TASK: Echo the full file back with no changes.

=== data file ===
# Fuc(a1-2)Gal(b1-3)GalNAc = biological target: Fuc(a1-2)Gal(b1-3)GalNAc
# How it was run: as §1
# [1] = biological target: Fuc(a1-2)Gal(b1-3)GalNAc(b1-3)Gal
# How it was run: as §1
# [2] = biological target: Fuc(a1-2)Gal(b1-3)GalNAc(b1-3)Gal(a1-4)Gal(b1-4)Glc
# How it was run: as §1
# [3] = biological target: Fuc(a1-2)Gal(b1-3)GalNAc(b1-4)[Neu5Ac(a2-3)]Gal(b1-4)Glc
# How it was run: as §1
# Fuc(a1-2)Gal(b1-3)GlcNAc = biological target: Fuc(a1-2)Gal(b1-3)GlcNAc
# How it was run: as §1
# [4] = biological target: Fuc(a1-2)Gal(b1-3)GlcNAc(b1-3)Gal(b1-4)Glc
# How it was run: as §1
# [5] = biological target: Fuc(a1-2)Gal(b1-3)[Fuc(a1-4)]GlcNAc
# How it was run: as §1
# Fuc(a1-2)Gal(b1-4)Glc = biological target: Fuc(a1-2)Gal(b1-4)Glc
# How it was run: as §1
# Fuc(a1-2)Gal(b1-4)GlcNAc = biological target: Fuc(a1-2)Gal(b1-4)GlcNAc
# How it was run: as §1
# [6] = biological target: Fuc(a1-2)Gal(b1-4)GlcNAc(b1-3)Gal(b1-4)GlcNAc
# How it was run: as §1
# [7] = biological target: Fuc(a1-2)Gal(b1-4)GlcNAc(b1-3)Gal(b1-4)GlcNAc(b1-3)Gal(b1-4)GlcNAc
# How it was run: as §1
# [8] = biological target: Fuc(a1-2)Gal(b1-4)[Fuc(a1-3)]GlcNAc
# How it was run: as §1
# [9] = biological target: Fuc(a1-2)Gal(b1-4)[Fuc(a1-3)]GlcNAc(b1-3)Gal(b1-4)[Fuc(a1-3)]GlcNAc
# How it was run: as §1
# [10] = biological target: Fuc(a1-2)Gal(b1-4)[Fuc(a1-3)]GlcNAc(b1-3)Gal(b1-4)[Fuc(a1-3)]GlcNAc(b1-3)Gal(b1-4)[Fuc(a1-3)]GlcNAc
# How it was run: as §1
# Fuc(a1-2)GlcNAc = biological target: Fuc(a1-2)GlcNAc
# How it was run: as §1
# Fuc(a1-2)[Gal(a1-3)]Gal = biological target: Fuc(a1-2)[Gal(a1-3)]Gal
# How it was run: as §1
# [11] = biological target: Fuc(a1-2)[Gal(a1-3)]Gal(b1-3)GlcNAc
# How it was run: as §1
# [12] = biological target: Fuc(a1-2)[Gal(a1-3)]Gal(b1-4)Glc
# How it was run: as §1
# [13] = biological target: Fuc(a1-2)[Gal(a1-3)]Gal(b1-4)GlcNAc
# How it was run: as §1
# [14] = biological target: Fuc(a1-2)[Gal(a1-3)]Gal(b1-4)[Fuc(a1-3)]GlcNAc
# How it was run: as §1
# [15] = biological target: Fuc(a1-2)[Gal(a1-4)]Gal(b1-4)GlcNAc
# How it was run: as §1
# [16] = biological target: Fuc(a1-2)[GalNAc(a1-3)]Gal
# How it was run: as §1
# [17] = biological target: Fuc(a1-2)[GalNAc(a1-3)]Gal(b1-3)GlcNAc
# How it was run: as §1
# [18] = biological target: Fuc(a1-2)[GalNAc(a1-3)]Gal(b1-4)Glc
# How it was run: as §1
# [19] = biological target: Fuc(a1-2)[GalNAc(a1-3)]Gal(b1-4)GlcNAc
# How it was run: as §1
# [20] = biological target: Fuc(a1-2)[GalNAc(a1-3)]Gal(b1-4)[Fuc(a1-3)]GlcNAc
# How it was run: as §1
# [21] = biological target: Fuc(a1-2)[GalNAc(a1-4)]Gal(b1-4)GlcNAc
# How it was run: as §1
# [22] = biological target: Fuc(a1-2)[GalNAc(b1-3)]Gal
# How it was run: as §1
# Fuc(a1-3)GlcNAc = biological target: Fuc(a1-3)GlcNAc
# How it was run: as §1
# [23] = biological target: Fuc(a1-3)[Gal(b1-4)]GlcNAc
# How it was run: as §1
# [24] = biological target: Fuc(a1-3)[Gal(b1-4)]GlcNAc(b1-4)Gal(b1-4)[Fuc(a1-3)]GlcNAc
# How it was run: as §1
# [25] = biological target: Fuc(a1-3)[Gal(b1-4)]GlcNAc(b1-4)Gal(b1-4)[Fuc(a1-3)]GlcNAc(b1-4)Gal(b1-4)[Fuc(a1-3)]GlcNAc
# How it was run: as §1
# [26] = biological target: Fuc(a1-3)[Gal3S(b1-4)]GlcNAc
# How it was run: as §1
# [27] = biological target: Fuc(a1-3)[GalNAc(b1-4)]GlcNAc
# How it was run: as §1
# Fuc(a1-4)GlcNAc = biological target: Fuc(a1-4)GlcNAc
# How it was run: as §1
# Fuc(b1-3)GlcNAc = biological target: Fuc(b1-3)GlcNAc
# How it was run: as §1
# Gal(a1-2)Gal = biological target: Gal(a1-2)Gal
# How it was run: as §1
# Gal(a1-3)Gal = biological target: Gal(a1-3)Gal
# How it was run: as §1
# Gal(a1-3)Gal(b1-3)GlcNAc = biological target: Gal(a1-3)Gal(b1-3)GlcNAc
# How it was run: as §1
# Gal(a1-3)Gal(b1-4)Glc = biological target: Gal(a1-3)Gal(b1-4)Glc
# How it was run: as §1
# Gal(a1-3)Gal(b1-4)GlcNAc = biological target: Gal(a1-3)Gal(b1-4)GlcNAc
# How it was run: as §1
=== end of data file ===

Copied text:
# Fuc(a1-2)Gal(b1-3)GalNAc = biological target: Fuc(a1-2)Gal(b1-3)GalNAc
# How it was run: as §1
# [1] = biological target: Fuc(a1-2)Gal(b1-3)GalNAc(b1-3)Gal
# How it was run: as §1
# [2] = biological target: Fuc(a1-2)Gal(b1-3)GalNAc(b1-3)Gal(a1-4)Gal(b1-4)Glc
# How it was run: as §1
# [3] = biological target: Fuc(a1-2)Gal(b1-3)GalNAc(b1-4)[Neu5Ac(a2-3)]Gal(b1-4)Glc
# How it was run: as §1
# Fuc(a1-2)Gal(b1-3)GlcNAc = biological target: Fuc(a1-2)Gal(b1-3)GlcNAc
# How it was run: as §1
# [4] = biological target: Fuc(a1-2)Gal(b1-3)GlcNAc(b1-3)Gal(b1-4)Glc
# How it was run: as §1
# [5] = biological target: Fuc(a1-2)Gal(b1-3)[Fuc(a1-4)]GlcNAc
# How it was run: as §1
# Fuc(a1-2)Gal(b1-4)Glc = biological target: Fuc(a1-2)Gal(b1-4)Glc
# How it was run: as §1
# Fuc(a1-2)Gal(b1-4)GlcNAc = biological target: Fuc(a1-2)Gal(b1-4)GlcNAc
# How it was run: as §1
# [6] = biological target: Fuc(a1-2)Gal(b1-4)GlcNAc(b1-3)Gal(b1-4)GlcNAc
# How it was run: as §1
# [7] = biological target: Fuc(a1-2)Gal(b1-4)GlcNAc(b1-3)Gal(b1-4)GlcNAc(b1-3)Gal(b1-4)GlcNAc
# How it was run: as §1
# [8] = biological target: Fuc(a1-2)Gal(b1-4)[Fuc(a1-3)]GlcNAc
# How it was run: as §1
# [9] = biological target: Fuc(a1-2)Gal(b1-4)[Fuc(a1-3)]GlcNAc(b1-3)Gal(b1-4)[Fuc(a1-3)]GlcNAc
# How it was run: as §1
# [10] = biological target: Fuc(a1-2)Gal(b1-4)[Fuc(a1-3)]GlcNAc(b1-3)Gal(b1-4)[Fuc(a1-3)]GlcNAc(b1-3)Gal(b1-4)[Fuc(a1-3)]GlcNAc
# How it was run: as §1
# Fuc(a1-2)GlcNAc = biological target: Fuc(a1-2)GlcNAc
# How it was run: as §1
# Fuc(a1-2)[Gal(a1-3)]Gal = biological target: Fuc(a1-2)[Gal(a1-3)]Gal
# How it was run: as §1
# [11] = biological target: Fuc(a1-2)[Gal(a1-3)]Gal(b1-3)GlcNAc
# How it was run: as §1
# [12] = biological target: Fuc(a1-2)[Gal(a1-3)]Gal(b1-4)Glc
# How it was run: as §1
# [13] = biological target: Fuc(a1-2)[Gal(a1-3)]Gal(b1-4)GlcNAc
# How it was run: as §1
# [14] = biological target: Fuc(a1-2)[Gal(a1-3)]Gal(b1-4)[Fuc(a1-3)]GlcNAc
# How it was run: as §1
# [15] = biological target: Fuc(a1-2)[Gal(a1-4)]Gal(b1-4)GlcNAc
# How it was run: as §1
# [16] = biological target: Fuc(a1-2)[GalNAc(a1-3)]Gal
# How it was run: as §1
# [17] = biological target: Fuc(a1-2)[GalNAc(a1-3)]Gal(b1-3)GlcNAc
# How it was run: as §1
# [18] = biological target: Fuc(a1-2)[GalNAc(a1-3)]Gal(b1-4)Glc
# How it was run: as §1
# [19] = biological target: Fuc(a1-2)[GalNAc(a1-3)]Gal(b1-4)GlcNAc
# How it was run: as §1
# [20] = biological target: Fuc(a1-2)[GalNAc(a1-3)]Gal(b1-4)[Fuc(a1-3)]GlcNAc
# How it was run: as §1
# [21] = biological target: Fuc(a1-2)[GalNAc(a1-4)]Gal(b1-4)GlcNAc
# How it was run: as §1
# [22] = biological target: Fuc(a1-2)[GalNAc(b1-3)]Gal
# How it was run: as §1
# Fuc(a1-3)GlcNAc = biological target: Fuc(a1-3)GlcNAc
# How it was run: as §1
# [23] = biological target: Fuc(a1-3)[Gal(b1-4)]GlcNAc
# How it was run: as §1
# [24] = biological target: Fuc(a1-3)[Gal(b1-4)]GlcNAc(b1-4)Gal(b1-4)[Fuc(a1-3)]GlcNAc
# How it was run: as §1
# [25] = biological target: Fuc(a1-3)[Gal(b1-4)]GlcNAc(b1-4)Gal(b1-4)[Fuc(a1-3)]GlcNAc(b1-4)Gal(b1-4)[Fuc(a1-3)]GlcNAc
# How it was run: as §1
# [26] = biological target: Fuc(a1-3)[Gal3S(b1-4)]GlcNAc
# How it was run: as §1
# [27] = biological target: Fuc(a1-3)[GalNAc(b1-4)]GlcNAc
# How it was run: as §1
# Fuc(a1-4)GlcNAc = biological target: Fuc(a1-4)GlcNAc
# How it was run: as §1
# Fuc(b1-3)GlcNAc = biological target: Fuc(b1-3)GlcNAc
# How it was run: as §1
# Gal(a1-2)Gal = biological target: Gal(a1-2)Gal
# How it was run: as §1
# Gal(a1-3)Gal = biological target: Gal(a1-3)Gal
# How it was run: as §1
# Gal(a1-3)Gal(b1-3)GlcNAc = biological target: Gal(a1-3)Gal(b1-3)GlcNAc
# How it was run: as §1
# Gal(a1-3)Gal(b1-4)Glc = biological target: Gal(a1-3)Gal(b1-4)Glc
# How it was run: as §1
# Gal(a1-3)Gal(b1-4)GlcNAc = biological target: Gal(a1-3)Gal(b1-4)GlcNAc
# How it was run: as §1